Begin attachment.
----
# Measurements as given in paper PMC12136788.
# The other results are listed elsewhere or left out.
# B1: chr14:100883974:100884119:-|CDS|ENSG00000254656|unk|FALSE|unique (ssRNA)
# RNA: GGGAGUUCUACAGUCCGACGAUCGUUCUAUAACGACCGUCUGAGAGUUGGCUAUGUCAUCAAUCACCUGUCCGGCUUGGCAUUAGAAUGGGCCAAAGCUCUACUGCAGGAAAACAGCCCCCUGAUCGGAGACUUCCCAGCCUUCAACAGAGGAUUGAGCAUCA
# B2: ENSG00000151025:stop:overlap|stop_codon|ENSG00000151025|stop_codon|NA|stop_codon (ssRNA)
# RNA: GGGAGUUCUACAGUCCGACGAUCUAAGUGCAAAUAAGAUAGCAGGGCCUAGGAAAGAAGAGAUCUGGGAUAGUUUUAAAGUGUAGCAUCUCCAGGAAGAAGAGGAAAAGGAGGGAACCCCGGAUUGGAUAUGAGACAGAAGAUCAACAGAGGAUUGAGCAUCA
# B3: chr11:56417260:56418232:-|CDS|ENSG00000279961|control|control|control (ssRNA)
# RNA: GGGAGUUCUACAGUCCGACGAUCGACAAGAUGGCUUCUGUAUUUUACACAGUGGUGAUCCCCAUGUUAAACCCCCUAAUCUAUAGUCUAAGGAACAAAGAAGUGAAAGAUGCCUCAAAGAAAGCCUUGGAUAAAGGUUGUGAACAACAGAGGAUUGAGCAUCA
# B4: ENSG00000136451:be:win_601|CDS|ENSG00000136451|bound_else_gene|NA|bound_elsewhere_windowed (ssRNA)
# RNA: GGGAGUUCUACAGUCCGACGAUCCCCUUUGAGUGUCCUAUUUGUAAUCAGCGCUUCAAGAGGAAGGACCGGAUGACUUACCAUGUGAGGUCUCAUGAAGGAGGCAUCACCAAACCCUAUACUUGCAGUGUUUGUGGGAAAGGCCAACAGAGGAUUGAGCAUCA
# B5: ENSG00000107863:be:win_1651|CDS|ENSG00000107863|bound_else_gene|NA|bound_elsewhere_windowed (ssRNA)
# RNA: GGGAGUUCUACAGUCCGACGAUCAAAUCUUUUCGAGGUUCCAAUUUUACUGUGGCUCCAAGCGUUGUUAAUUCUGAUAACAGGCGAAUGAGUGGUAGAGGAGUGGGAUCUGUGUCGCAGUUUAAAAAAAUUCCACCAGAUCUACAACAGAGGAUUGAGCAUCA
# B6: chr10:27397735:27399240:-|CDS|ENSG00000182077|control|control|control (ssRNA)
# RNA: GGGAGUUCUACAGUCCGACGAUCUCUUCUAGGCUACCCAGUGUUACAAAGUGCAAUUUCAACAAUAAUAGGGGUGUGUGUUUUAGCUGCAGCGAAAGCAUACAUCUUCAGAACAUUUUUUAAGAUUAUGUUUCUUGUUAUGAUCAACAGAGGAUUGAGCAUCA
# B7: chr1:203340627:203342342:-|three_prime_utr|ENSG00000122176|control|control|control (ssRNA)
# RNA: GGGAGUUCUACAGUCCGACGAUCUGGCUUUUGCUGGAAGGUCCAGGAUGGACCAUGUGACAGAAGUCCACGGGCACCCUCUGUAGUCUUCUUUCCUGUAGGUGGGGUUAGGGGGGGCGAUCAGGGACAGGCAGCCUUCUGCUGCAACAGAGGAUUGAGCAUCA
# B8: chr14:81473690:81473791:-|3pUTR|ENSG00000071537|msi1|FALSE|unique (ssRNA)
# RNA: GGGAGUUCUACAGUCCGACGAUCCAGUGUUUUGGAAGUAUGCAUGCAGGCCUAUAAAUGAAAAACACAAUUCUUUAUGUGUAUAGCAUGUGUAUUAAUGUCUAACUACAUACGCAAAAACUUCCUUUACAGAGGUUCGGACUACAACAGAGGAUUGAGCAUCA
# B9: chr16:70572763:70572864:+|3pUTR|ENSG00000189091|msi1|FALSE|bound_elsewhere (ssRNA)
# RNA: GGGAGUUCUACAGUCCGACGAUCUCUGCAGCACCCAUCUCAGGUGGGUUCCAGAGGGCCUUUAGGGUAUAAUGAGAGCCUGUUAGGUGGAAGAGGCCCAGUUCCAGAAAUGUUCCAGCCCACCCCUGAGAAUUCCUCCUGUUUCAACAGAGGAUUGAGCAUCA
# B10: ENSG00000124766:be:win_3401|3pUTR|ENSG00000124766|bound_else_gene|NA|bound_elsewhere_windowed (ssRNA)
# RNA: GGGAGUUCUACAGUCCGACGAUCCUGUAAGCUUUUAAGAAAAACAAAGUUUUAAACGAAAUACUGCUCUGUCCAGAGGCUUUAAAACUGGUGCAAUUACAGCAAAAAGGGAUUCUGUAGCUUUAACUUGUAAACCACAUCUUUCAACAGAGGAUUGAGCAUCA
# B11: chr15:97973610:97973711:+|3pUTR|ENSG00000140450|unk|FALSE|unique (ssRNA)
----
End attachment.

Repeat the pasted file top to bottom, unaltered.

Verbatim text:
# Measurements as given in paper PMC12136788.
# The other results are listed elsewhere or left out.
# B1: chr14:100883974:100884119:-|CDS|ENSG00000254656|unk|FALSE|unique (ssRNA)
# RNA: GGGAGUUCUACAGUCCGACGAUCGUUCUAUAACGACCGUCUGAGAGUUGGCUAUGUCAUCAAUCACCUGUCCGGCUUGGCAUUAGAAUGGGCCAAAGCUCUACUGCAGGAAAACAGCCCCCUGAUCGGAGACUUCCCAGCCUUCAACAGAGGAUUGAGCAUCA
# B2: ENSG00000151025:stop:overlap|stop_codon|ENSG00000151025|stop_codon|NA|stop_codon (ssRNA)
# RNA: GGGAGUUCUACAGUCCGACGAUCUAAGUGCAAAUAAGAUAGCAGGGCCUAGGAAAGAAGAGAUCUGGGAUAGUUUUAAAGUGUAGCAUCUCCAGGAAGAAGAGGAAAAGGAGGGAACCCCGGAUUGGAUAUGAGACAGAAGAUCAACAGAGGAUUGAGCAUCA
# B3: chr11:56417260:56418232:-|CDS|ENSG00000279961|control|control|control (ssRNA)
# RNA: GGGAGUUCUACAGUCCGACGAUCGACAAGAUGGCUUCUGUAUUUUACACAGUGGUGAUCCCCAUGUUAAACCCCCUAAUCUAUAGUCUAAGGAACAAAGAAGUGAAAGAUGCCUCAAAGAAAGCCUUGGAUAAAGGUUGUGAACAACAGAGGAUUGAGCAUCA
# B4: ENSG00000136451:be:win_601|CDS|ENSG00000136451|bound_else_gene|NA|bound_elsewhere_windowed (ssRNA)
# RNA: GGGAGUUCUACAGUCCGACGAUCCCCUUUGAGUGUCCUAUUUGUAAUCAGCGCUUCAAGAGGAAGGACCGGAUGACUUACCAUGUGAGGUCUCAUGAAGGAGGCAUCACCAAACCCUAUACUUGCAGUGUUUGUGGGAAAGGCCAACAGAGGAUUGAGCAUCA
# B5: ENSG00000107863:be:win_1651|CDS|ENSG00000107863|bound_else_gene|NA|bound_elsewhere_windowed (ssRNA)
# RNA: GGGAGUUCUACAGUCCGACGAUCAAAUCUUUUCGAGGUUCCAAUUUUACUGUGGCUCCAAGCGUUGUUAAUUCUGAUAACAGGCGAAUGAGUGGUAGAGGAGUGGGAUCUGUGUCGCAGUUUAAAAAAAUUCCACCAGAUCUACAACAGAGGAUUGAGCAUCA
# B6: chr10:27397735:27399240:-|CDS|ENSG00000182077|control|control|control (ssRNA)
# RNA: GGGAGUUCUACAGUCCGACGAUCUCUUCUAGGCUACCCAGUGUUACAAAGUGCAAUUUCAACAAUAAUAGGGGUGUGUGUUUUAGCUGCAGCGAAAGCAUACAUCUUCAGAACAUUUUUUAAGAUUAUGUUUCUUGUUAUGAUCAACAGAGGAUUGAGCAUCA
# B7: chr1:203340627:203342342:-|three_prime_utr|ENSG00000122176|control|control|control (ssRNA)
# RNA: GGGAGUUCUACAGUCCGACGAUCUGGCUUUUGCUGGAAGGUCCAGGAUGGACCAUGUGACAGAAGUCCACGGGCACCCUCUGUAGUCUUCUUUCCUGUAGGUGGGGUUAGGGGGGGCGAUCAGGGACAGGCAGCCUUCUGCUGCAACAGAGGAUUGAGCAUCA
# B8: chr14:81473690:81473791:-|3pUTR|ENSG00000071537|msi1|FALSE|unique (ssRNA)
# RNA: GGGAGUUCUACAGUCCGACGAUCCAGUGUUUUGGAAGUAUGCAUGCAGGCCUAUAAAUGAAAAACACAAUUCUUUAUGUGUAUAGCAUGUGUAUUAAUGUCUAACUACAUACGCAAAAACUUCCUUUACAGAGGUUCGGACUACAACAGAGGAUUGAGCAUCA
# B9: chr16:70572763:70572864:+|3pUTR|ENSG00000189091|msi1|FALSE|bound_elsewhere (ssRNA)
# RNA: GGGAGUUCUACAGUCCGACGAUCUCUGCAGCACCCAUCUCAGGUGGGUUCCAGAGGGCCUUUAGGGUAUAAUGAGAGCCUGUUAGGUGGAAGAGGCCCAGUUCCAGAAAUGUUCCAGCCCACCCCUGAGAAUUCCUCCUGUUUCAACAGAGGAUUGAGCAUCA
# B10: ENSG00000124766:be:win_3401|3pUTR|ENSG00000124766|bound_else_gene|NA|bound_elsewhere_windowed (ssRNA)
# RNA: GGGAGUUCUACAGUCCGACGAUCCUGUAAGCUUUUAAGAAAAACAAAGUUUUAAACGAAAUACUGCUCUGUCCAGAGGCUUUAAAACUGGUGCAAUUACAGCAAAAAGGGAUUCUGUAGCUUUAACUUGUAAACCACAUCUUUCAACAGAGGAUUGAGCAUCA
# B11: chr15:97973610:97973711:+|3pUTR|ENSG00000140450|unk|FALSE|unique (ssRNA)